• Gonorrhea: Another bacterial infection transmitted through sexual contact. Gonorrhea can usually be treated with antibiotics.
  • Pubic lice: Also known as crabs, pubic lice occurs when tiny insects who feed on human blood begin to reside in your pubic hair. This will often lead to itchiness and red bumps and can be transmitted to other people, as well as onto towels, bedding and other surfaces skin may touch. Pubic lice can be treated with topical over the counter treatments.
  • HPV (human papillomavirus): A virus passed through sexual contact with various strains. Some of these strains can lead to cervical cancer; there is an HPV vaccine to prevent this that is highly recommended. Though there is no treatment for HPV, the infection often clears up on its own.
  • HIV: A virus that often mimics flu symptoms in the early stages. If left untreated, HIV may lead to stage three HIV, known as AIDs. However, most infections today are detected and very few people develop AIDs. Though there is no cure for HIV currently, early and effective treatment can help those with HIV live as long as those without HIV and reduce risk of passing the virus to a sexual partner.

Treatment and prevention of STDs

When caught early and treated properly, many sexually transmitted diseases can be cured or effectively managed. Leaving STDs untreated can lead to greater spread and more severe reactions.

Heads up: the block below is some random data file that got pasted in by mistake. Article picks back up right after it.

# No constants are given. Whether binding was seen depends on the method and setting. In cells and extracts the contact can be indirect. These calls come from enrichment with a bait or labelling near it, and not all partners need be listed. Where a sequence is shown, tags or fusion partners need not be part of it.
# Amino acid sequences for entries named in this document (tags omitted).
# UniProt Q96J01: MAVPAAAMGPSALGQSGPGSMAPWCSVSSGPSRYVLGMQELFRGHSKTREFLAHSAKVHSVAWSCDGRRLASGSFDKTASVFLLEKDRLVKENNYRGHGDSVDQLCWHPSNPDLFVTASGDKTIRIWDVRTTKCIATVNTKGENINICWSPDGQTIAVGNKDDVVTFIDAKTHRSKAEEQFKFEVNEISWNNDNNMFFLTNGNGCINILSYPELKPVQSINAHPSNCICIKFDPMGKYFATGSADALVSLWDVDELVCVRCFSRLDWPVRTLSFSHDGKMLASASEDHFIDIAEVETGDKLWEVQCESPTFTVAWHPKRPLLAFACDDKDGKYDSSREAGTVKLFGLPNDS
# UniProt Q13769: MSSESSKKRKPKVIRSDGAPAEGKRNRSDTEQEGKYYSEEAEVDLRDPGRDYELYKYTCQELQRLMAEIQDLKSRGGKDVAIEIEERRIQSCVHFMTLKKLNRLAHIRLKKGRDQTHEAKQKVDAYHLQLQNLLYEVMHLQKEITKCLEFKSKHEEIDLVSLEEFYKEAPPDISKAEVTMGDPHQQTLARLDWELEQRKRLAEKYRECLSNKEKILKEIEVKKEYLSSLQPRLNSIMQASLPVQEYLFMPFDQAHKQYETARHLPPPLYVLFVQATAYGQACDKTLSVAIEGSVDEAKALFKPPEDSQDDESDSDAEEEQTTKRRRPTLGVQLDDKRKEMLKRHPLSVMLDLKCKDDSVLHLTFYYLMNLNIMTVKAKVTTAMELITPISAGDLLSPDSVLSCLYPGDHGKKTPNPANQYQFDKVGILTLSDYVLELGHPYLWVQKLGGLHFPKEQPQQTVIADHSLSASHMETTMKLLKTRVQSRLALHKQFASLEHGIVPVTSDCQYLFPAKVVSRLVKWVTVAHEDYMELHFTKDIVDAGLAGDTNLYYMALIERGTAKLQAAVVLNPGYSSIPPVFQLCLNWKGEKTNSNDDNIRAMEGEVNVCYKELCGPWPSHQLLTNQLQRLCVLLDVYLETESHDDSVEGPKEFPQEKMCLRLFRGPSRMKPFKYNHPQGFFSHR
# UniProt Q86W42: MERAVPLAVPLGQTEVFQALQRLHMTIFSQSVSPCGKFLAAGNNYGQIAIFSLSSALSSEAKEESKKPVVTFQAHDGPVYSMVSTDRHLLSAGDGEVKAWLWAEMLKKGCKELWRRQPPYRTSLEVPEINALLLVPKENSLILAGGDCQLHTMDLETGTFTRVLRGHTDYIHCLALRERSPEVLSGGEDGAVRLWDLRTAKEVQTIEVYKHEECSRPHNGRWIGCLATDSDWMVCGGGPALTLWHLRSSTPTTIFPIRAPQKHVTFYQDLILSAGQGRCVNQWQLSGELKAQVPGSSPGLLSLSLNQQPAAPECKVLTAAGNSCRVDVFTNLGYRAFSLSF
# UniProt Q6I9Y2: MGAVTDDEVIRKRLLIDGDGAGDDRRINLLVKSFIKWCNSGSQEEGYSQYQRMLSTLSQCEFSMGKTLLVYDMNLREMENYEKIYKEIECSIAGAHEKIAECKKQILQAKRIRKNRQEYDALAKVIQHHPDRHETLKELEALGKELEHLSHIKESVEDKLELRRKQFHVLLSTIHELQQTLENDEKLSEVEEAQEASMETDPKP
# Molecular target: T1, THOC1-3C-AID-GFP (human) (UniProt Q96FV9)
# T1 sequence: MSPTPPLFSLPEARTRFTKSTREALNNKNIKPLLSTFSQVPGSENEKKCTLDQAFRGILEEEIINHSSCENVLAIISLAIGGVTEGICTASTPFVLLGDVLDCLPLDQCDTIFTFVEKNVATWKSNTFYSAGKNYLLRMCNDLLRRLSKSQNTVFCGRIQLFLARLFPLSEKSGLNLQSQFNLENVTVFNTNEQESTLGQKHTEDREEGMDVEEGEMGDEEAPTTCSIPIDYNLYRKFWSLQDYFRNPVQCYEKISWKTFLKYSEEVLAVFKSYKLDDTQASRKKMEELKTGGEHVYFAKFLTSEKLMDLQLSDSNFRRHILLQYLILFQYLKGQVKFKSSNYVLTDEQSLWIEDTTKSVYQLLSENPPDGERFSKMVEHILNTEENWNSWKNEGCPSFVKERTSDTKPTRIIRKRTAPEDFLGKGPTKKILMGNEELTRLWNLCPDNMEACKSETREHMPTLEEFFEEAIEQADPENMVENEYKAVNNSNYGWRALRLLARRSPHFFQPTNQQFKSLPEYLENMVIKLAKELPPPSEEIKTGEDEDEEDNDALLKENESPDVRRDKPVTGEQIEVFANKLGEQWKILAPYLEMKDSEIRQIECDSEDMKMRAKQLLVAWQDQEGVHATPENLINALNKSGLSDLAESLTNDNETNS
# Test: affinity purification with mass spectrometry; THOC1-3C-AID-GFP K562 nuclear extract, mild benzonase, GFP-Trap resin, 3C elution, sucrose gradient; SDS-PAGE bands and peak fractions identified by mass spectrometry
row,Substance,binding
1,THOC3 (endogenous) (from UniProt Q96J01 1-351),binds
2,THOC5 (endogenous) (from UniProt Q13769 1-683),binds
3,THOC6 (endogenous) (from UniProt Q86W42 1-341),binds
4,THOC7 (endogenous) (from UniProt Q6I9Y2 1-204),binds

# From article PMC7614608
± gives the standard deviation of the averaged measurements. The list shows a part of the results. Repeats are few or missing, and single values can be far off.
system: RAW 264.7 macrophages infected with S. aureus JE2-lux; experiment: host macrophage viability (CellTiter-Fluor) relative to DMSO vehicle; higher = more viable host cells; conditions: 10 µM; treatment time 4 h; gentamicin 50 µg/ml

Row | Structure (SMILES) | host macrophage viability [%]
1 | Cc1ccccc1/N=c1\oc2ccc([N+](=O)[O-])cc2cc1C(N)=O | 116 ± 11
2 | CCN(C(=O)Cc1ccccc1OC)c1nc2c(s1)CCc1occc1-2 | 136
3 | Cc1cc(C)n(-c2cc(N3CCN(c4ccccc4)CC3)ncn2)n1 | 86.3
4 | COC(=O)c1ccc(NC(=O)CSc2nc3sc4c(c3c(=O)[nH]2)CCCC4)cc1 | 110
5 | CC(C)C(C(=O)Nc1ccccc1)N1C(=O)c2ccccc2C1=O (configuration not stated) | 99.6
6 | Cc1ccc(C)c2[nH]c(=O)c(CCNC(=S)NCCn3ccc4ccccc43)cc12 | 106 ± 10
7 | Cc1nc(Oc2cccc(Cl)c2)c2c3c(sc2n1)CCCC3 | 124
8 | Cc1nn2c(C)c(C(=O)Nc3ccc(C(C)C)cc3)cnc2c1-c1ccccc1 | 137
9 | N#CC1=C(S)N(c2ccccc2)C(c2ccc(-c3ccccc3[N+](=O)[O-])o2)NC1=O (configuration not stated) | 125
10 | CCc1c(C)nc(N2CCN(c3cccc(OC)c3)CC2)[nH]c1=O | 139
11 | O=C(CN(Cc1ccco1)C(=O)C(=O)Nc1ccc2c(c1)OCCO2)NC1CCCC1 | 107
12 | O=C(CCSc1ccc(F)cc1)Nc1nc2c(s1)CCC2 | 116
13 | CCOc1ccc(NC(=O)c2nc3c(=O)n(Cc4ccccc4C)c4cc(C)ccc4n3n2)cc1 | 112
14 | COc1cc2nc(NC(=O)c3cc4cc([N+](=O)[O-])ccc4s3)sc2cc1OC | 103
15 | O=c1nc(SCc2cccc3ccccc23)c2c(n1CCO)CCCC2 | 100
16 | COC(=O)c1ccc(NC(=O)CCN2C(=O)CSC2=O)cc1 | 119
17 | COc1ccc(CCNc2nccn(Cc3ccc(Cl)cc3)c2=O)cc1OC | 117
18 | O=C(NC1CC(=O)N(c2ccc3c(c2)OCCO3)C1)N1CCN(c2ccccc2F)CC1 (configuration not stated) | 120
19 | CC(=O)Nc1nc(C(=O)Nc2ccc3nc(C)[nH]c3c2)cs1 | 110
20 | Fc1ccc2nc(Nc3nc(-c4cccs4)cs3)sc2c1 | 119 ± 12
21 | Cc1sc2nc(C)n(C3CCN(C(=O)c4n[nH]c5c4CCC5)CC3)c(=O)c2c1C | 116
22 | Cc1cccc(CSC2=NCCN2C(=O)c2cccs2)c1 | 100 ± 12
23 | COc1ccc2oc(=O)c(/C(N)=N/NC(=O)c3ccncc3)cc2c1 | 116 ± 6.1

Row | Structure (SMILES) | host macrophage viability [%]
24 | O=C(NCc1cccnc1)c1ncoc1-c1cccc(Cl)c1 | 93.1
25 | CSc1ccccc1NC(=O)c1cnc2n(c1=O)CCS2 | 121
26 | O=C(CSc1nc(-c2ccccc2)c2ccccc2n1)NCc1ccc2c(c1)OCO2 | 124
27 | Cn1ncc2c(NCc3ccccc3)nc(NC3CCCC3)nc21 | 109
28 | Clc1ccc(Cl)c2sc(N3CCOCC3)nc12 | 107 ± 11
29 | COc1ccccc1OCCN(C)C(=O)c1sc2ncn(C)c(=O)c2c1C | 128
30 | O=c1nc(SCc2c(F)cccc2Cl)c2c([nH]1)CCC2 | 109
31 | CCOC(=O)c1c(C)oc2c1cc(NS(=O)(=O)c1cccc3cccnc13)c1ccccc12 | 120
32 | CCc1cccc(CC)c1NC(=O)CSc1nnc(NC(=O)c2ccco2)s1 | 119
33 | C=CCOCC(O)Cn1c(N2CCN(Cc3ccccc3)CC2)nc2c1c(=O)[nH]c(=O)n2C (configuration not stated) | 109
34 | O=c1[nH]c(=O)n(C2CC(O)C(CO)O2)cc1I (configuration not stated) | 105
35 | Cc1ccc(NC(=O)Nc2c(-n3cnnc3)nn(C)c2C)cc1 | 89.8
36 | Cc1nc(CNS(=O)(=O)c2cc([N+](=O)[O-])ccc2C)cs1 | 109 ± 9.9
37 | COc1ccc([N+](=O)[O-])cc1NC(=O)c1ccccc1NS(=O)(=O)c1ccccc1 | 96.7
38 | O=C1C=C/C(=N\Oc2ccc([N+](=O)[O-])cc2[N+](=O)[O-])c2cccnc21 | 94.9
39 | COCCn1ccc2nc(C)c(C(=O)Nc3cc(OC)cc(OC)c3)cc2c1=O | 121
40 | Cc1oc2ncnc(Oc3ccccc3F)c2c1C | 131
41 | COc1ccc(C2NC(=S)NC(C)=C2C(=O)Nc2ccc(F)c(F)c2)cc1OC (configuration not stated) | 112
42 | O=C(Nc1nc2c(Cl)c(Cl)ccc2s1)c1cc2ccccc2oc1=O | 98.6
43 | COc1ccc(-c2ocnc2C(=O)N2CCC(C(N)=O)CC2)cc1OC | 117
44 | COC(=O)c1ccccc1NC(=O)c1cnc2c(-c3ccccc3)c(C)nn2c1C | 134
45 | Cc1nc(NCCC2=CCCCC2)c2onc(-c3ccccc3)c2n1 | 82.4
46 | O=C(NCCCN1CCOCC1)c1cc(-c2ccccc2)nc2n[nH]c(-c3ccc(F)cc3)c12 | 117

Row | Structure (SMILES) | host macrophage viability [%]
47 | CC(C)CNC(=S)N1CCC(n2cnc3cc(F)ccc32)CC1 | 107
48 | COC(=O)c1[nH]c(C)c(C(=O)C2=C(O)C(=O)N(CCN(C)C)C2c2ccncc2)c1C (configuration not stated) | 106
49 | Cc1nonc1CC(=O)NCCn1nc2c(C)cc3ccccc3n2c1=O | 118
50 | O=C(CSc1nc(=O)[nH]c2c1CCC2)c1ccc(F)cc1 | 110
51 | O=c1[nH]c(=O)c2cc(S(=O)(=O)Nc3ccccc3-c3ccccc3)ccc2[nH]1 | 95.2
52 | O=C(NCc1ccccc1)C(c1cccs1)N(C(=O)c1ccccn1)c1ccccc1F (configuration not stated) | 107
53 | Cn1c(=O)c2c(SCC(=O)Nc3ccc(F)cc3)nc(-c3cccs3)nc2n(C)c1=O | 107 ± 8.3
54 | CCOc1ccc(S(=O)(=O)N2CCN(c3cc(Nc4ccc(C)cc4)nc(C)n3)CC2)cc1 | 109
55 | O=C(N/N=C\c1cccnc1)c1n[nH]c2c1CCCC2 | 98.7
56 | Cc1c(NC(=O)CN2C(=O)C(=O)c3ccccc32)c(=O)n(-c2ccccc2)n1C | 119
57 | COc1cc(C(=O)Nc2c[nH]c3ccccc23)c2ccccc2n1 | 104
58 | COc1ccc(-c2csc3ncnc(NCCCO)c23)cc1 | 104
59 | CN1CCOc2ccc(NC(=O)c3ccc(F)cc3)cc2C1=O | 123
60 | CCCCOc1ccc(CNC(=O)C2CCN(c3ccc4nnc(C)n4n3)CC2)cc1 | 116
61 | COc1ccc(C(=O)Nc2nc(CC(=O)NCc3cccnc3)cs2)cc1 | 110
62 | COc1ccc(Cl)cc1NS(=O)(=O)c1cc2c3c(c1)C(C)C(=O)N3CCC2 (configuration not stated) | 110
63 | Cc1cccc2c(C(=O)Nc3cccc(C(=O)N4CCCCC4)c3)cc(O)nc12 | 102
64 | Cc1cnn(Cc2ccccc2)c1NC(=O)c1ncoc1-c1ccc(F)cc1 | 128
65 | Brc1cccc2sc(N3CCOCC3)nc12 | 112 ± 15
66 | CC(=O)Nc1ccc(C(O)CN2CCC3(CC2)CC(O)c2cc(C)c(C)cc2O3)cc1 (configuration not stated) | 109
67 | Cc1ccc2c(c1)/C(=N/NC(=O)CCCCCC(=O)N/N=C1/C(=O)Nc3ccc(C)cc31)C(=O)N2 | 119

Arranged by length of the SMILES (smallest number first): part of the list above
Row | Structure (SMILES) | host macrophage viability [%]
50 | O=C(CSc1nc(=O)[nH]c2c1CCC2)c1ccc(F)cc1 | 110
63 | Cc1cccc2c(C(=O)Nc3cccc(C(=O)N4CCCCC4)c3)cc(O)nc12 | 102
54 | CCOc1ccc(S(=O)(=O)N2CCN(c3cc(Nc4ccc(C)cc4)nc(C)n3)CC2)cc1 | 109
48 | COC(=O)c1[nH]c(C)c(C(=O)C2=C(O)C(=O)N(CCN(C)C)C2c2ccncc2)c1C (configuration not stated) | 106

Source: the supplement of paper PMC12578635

It is essential to get tested regularly if you are sexually active; most doctors can screen you during your annual physical, or you can set up a quick appointment to get tested with your primary care provider or at a local health organization. Remember to check with your health insurance provider to see what type of testing and treatment is covered as part of your plan. Or, check with the Michigan Department of Health and Human Services Family Planning Program here.

A few simple steps can also help you prevent STDs from developing:

  • Use protection. Barrier methods such as condoms and dental dams can prevent many infections from being passed from person to person and are one of the most effective ways to prevent STDs.
  • Talk to your partner about your sexual history. Any time you become sexually active with a new partner, have an honest conversation about your sexual history. This can help you make the best decision about methods for protection and keep you informed in case you develop symptoms.
  • Get tested regularly. Many STDs don’t present symptoms, so it’s important to get tested regularly to make sure you’re not carrying anything unknowingly. Talk to your primary care provider about incorporating this into your annual visit and be sure to get tested after each new partner.

Though not always the most comfortable topic of conversation, STDs are very common and affect millions of Americans each year. Talk to your doctor and take action on this important part of your overall health. For more information, visit the CDC’s STD website.